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** "Jackals" ''Jackals'' features a pre-[[Series/BreakingBad Mike]] [[Series/BetterCallSaul Ehrmantraut]] Jonathan Banks as John Clark, leader of a brutal biker gang. [[spoiler: Yeah, he did it, one of the few episodes where the prime suspect was in fact the culprit]].



** David Hiney of ''Series/WizardsOfWaverlyPlace'' appears in "Fireflies" [[spoiler:as the doer]].

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** David Hiney of ''Series/WizardsOfWaverlyPlace'' appears in "Fireflies" ''Fireflies'' [[spoiler:as the doer]].



* StrawmanHasAPoint: When Moe Kitchener fills a complaint for harassment against Lilly for stalking him. When you think about it, she has no evidence but a DyingDream to prove he was the one person that tried to kill her in "Into the Blue".

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* StrawmanHasAPoint: When Moe Kitchener fills a complaint for harassment against Lilly for stalking him. When you think about it, she has no evidence but a DyingDream to prove he was the one person that tried to kill her in "Into ''Into the Blue".Blue''.



** The fathers from "Jackals" and ''Blank Generation''. One was imprisoned for a despicable crime (stealing benefit payments from disabled and dead veterans) instead of being on the outside and protecting his daughter and the other was an InsufferableGenius / JerkAss whose cold, unloving attitude drove his son to join a dangerous cult.
** Speaking of fathers, there is also the father from "Justice". His 18-year-old daughter was raped and when she came to him and told him what happened, his response was ''[[NoSympathy "Nice]]'' [[NoSympathy girls don't invite boys up to their room."]] As a result of his words, the poor girl [[spoiler: ends up [[AteHisGun eating her gun.]]]] It's only then that he's remorseful and says to the (sympathetic and willing to help, but her superiors didn't take the matter seriously) officer, [[NeverMyFault "Why didn't anyone help my little girl?"]]

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** The fathers from "Jackals" ''Jackals'' and ''Blank Generation''. One was imprisoned for a despicable crime (stealing benefit payments from disabled and dead veterans) instead of being on the outside and protecting his daughter and the other was an InsufferableGenius / JerkAss whose cold, unloving attitude drove his son to join a dangerous cult.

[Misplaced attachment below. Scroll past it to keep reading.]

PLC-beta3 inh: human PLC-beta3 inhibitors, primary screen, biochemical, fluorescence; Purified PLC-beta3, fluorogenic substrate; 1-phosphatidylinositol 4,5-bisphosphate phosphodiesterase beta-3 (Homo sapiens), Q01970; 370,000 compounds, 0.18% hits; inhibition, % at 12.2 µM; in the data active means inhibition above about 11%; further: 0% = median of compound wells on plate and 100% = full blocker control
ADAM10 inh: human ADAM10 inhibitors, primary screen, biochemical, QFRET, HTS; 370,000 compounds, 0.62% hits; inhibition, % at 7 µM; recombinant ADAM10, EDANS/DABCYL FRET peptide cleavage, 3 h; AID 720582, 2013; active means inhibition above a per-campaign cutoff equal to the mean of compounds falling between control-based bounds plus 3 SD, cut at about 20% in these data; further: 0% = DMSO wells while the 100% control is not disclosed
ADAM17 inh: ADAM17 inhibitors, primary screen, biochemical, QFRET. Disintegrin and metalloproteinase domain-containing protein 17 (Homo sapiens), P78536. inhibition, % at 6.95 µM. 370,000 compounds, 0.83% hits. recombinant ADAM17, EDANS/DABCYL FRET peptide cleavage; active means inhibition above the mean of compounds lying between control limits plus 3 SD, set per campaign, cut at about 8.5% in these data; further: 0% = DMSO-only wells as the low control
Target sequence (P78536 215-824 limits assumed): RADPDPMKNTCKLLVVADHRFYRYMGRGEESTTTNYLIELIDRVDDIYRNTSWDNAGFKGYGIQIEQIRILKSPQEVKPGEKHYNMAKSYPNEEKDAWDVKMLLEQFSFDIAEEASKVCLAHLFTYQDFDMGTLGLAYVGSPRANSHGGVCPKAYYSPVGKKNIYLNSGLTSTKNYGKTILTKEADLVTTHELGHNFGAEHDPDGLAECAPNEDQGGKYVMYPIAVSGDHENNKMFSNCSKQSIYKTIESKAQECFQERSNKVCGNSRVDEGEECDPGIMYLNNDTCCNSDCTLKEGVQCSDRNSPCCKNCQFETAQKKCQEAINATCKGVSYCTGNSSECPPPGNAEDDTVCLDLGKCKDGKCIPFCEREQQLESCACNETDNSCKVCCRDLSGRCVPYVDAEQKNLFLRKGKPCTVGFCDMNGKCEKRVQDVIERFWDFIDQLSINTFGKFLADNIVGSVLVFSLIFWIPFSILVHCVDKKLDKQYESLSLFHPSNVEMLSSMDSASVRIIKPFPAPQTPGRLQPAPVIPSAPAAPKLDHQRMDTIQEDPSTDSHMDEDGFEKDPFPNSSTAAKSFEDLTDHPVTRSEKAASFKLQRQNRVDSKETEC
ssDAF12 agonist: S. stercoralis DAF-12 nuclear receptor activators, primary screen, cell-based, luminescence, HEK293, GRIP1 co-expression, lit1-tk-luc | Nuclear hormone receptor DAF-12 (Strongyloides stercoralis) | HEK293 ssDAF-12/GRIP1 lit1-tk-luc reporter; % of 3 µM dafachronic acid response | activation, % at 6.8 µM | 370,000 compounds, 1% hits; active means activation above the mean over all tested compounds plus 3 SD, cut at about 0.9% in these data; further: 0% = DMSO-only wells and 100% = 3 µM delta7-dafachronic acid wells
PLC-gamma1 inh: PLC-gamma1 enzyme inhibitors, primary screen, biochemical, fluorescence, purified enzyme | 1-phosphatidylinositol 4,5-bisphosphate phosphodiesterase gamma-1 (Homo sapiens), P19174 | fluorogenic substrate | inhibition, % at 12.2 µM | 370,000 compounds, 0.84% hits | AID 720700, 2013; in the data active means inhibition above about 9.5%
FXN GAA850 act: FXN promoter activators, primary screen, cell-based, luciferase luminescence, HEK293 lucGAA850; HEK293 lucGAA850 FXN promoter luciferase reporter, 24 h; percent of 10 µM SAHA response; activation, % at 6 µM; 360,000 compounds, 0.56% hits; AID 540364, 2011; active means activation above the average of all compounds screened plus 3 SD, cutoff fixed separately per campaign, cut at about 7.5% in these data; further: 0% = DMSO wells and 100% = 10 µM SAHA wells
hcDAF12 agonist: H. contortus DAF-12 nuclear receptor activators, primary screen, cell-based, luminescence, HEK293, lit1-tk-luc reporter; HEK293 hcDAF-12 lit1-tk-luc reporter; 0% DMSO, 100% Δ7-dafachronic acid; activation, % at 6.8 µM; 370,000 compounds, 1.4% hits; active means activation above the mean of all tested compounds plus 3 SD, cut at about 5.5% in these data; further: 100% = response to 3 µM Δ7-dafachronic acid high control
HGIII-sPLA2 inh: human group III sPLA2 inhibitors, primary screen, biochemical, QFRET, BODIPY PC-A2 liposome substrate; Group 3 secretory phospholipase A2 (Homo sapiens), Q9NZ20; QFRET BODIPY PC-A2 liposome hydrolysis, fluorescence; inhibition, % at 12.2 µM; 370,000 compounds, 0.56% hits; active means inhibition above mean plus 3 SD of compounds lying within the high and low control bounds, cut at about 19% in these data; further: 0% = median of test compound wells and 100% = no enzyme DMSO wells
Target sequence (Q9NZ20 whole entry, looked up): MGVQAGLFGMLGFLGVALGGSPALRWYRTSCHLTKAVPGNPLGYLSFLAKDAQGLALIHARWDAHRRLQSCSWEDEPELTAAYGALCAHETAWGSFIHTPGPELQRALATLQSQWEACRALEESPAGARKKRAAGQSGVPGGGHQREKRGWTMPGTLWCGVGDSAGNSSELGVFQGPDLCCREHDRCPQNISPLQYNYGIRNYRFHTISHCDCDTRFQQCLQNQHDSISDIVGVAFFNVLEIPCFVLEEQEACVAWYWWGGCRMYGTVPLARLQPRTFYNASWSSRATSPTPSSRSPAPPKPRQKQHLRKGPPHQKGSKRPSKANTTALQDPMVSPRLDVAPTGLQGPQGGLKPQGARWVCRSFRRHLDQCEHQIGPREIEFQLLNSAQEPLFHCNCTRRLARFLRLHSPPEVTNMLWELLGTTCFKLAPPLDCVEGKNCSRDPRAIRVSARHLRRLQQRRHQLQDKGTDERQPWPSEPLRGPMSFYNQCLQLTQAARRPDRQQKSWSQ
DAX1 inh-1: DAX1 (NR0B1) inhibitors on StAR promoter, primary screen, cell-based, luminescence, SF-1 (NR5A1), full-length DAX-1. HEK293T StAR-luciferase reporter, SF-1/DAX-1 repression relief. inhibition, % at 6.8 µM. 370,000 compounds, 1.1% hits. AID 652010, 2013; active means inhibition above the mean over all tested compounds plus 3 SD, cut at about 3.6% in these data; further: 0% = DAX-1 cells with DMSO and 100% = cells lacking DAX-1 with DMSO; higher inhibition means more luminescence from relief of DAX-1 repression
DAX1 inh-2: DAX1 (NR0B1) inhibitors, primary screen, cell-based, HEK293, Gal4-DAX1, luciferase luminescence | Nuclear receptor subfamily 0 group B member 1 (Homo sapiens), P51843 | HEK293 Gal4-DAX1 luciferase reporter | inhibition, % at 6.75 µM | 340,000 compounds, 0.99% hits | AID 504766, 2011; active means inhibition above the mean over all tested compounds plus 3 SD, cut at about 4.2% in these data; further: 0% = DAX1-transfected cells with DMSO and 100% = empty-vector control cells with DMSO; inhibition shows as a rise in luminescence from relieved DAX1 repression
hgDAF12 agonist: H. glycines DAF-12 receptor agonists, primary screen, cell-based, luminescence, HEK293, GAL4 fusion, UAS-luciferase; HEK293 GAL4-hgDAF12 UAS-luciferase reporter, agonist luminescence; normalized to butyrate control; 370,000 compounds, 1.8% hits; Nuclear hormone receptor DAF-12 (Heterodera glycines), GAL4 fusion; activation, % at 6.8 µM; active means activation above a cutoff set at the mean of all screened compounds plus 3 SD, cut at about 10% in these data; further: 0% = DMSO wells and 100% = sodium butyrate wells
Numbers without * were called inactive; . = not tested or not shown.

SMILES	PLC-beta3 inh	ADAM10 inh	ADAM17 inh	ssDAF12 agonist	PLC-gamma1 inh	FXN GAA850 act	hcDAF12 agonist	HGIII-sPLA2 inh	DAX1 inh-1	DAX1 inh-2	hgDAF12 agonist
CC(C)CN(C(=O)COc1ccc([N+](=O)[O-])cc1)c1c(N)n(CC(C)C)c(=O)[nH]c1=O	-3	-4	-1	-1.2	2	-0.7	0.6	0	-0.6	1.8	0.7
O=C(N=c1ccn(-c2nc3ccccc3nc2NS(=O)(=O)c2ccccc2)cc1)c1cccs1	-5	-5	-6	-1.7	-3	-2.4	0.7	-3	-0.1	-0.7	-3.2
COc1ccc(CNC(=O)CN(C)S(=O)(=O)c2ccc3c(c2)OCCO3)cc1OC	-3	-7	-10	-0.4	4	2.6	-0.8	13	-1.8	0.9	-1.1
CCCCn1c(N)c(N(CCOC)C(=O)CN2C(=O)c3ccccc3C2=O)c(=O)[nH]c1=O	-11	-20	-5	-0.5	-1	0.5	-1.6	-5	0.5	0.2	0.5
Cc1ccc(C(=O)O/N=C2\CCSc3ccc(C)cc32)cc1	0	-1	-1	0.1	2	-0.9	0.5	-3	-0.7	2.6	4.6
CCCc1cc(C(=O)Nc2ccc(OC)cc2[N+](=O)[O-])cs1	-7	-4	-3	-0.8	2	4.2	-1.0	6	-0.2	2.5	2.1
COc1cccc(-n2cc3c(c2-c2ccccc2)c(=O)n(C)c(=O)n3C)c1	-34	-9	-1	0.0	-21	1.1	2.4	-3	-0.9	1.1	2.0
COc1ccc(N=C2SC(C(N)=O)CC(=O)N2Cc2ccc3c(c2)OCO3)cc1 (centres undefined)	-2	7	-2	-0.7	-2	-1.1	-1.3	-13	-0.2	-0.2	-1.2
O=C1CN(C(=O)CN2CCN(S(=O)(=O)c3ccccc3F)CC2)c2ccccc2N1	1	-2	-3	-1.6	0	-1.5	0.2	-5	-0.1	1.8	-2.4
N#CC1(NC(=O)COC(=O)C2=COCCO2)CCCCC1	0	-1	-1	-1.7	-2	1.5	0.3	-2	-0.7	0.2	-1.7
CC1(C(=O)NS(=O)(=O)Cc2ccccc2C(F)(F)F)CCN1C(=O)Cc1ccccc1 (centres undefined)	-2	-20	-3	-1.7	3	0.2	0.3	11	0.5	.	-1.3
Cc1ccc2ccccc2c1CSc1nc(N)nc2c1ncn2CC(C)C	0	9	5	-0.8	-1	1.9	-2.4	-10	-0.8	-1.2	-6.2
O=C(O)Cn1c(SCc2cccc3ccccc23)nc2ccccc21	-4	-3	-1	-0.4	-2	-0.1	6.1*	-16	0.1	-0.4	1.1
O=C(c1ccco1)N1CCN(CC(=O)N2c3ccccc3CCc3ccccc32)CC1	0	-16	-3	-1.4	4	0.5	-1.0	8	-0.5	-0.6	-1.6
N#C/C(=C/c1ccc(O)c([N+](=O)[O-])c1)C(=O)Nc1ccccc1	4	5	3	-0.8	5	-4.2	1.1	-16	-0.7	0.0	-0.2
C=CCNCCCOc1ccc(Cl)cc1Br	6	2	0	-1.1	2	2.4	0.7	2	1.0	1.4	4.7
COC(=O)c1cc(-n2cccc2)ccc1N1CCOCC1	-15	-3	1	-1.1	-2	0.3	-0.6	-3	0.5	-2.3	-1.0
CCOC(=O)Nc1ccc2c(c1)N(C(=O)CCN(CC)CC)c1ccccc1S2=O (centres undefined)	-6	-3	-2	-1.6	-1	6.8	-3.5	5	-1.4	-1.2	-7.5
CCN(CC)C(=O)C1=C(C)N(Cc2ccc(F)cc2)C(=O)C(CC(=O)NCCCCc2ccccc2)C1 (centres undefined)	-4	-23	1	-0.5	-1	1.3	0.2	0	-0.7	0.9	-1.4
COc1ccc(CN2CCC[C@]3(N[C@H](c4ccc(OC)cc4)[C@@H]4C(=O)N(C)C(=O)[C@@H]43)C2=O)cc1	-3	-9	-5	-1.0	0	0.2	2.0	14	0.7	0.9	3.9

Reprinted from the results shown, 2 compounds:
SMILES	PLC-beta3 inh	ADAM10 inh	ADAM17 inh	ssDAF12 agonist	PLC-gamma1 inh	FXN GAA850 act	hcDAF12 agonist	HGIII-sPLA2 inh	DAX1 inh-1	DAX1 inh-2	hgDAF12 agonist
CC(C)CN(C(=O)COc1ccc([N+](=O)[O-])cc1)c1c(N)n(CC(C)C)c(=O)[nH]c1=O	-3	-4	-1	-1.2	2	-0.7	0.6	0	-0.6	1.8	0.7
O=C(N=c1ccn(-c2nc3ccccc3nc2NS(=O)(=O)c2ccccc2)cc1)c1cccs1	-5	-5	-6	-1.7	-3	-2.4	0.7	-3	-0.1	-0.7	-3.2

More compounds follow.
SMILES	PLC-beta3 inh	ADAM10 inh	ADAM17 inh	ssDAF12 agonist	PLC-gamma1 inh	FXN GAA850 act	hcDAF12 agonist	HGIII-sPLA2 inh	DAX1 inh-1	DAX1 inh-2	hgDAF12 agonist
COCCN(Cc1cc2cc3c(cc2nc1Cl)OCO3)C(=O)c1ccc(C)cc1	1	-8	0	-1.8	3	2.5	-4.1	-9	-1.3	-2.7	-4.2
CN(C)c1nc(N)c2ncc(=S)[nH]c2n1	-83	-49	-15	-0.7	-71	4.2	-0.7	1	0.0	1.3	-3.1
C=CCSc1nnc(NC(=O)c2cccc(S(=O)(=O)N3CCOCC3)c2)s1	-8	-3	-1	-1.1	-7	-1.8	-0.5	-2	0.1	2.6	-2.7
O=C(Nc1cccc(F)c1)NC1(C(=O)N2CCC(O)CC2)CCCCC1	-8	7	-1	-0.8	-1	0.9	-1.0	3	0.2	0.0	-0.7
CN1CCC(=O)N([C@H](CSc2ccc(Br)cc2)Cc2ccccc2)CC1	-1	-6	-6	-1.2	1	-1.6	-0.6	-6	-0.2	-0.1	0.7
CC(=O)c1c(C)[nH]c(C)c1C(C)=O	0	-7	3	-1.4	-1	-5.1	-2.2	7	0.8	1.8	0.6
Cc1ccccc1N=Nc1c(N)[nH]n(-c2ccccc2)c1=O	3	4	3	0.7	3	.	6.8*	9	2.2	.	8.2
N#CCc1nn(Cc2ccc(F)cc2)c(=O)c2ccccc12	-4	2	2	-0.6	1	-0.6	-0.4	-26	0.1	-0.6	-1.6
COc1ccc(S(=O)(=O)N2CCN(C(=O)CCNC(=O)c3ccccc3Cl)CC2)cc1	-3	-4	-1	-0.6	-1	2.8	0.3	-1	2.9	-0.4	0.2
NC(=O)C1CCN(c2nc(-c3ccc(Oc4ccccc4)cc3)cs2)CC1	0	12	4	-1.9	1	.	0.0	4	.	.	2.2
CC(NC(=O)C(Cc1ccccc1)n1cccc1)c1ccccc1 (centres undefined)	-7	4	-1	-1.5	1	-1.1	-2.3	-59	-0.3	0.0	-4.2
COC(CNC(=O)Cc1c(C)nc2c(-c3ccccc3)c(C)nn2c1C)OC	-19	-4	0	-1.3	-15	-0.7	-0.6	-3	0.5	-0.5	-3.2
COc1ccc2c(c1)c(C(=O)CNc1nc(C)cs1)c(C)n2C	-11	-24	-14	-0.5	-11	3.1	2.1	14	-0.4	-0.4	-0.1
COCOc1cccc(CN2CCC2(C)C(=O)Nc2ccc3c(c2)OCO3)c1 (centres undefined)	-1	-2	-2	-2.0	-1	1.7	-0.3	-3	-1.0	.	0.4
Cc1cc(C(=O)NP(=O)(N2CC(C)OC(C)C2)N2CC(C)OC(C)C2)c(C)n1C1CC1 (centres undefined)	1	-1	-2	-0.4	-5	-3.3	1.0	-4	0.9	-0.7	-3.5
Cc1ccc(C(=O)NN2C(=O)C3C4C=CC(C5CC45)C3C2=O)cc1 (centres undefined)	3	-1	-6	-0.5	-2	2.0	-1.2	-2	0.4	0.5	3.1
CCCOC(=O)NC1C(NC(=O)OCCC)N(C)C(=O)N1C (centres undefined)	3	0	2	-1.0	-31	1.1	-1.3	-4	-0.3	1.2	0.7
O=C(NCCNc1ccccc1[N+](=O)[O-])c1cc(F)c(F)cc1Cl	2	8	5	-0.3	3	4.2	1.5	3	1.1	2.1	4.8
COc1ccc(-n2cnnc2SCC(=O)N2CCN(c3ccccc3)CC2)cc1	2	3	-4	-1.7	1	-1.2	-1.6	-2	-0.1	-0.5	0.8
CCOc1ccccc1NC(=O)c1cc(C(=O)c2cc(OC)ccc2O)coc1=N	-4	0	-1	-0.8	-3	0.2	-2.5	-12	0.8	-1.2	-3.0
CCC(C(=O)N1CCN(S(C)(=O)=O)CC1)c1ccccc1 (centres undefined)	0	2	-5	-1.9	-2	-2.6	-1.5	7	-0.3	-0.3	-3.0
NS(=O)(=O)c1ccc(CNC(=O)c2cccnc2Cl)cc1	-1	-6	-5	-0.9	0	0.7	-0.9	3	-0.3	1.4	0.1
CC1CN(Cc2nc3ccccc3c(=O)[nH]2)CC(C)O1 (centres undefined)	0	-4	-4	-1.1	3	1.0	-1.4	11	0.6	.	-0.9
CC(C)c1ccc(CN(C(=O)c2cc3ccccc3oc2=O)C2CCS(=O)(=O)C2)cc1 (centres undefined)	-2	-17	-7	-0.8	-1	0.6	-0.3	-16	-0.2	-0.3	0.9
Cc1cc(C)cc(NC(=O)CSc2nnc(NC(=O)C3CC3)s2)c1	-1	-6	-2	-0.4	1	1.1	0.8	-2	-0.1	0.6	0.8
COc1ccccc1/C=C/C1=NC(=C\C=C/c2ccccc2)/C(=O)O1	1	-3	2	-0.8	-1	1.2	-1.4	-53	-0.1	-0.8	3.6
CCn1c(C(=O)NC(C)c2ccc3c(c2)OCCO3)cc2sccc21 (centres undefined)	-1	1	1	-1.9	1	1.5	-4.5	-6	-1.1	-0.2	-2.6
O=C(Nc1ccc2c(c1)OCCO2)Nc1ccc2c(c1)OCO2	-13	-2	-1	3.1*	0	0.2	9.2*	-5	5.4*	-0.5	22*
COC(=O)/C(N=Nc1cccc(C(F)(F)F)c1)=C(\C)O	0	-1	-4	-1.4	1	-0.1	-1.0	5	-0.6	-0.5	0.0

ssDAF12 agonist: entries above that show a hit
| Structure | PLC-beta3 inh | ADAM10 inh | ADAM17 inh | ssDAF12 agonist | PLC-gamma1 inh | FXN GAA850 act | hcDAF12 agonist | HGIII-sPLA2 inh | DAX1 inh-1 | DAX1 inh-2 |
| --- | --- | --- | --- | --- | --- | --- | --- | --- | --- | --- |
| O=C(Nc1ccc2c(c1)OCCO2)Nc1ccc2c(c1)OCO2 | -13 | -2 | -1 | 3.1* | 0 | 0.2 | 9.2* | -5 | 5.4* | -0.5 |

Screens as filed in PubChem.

** Speaking of fathers, there is also the father from "Justice". ''Justice''. His 18-year-old daughter was raped and when she came to him and told him what happened, his response was ''[[NoSympathy "Nice]]'' "''[[NoSympathy Nice]]'' [[NoSympathy girls don't invite boys up to their room."]] ]]" As a result of his words, the poor girl [[spoiler: ends up [[AteHisGun eating her gun.]]]] It's only then that he's remorseful and says to the (sympathetic and willing to help, but her superiors didn't take the matter seriously) officer, [[NeverMyFault "Why didn't anyone help my little girl?"]]



** The killer in "Officer Down" do to being TooDumbToLive.

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** The killer in "Officer Down" ''Officer Down'' do to being TooDumbToLive.



** Nick on occasion. The events of "Flashover" in which a man he wrongfully accused of murdering his children some years ago has been killed in prison and then causes him to go into a downward spiral involving drunk driving, finding out his ex-wife has remarried and had children with someone else and temporarily getting suspended come off as LaserGuidedKarma more than anything else.

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** Nick on occasion. The events of "Flashover" ''Flashover'' in which a man he wrongfully accused of murdering his children some years ago has been killed in prison and then causes him to go into a downward spiral involving drunk driving, finding out his ex-wife has remarried and had children with someone else and temporarily getting suspended come off as LaserGuidedKarma more than anything else.



** The agent in "Witness Protection" sleeping with his clientís wife as well as not telling him he was living near one of the people he thought he was testifying against.

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** The agent in "Witness Protection" ''Witness Protection'' sleeping with his clientís wife as well as not telling him he was living near one of the people he thought he was testifying against.
12th Feb '16 6:58:43 PM loracarol
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** [[spoiler:Johanna'' from ''Blood on the Tracks'' killed her husband and best friend all so she could keep her wealthy life.

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** [[spoiler:Johanna'' [[spoiler:Johanna from ''Blood on the Tracks'' killed her husband and best friend all so she could keep her wealthy life.life]].
28th Jan '16 2:56:32 PM HamburgerTime
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Added DiffLines:

* EnsembleDarkhorse: A number of the one-off victims have small fanbases of their own, particularly Sean "Coop" Cooper (''Forever Blue'') and Carrie Swett (''That Woman'').
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http://tvtropes.org/pmwiki/article_history.php?article=YMMV.ColdCase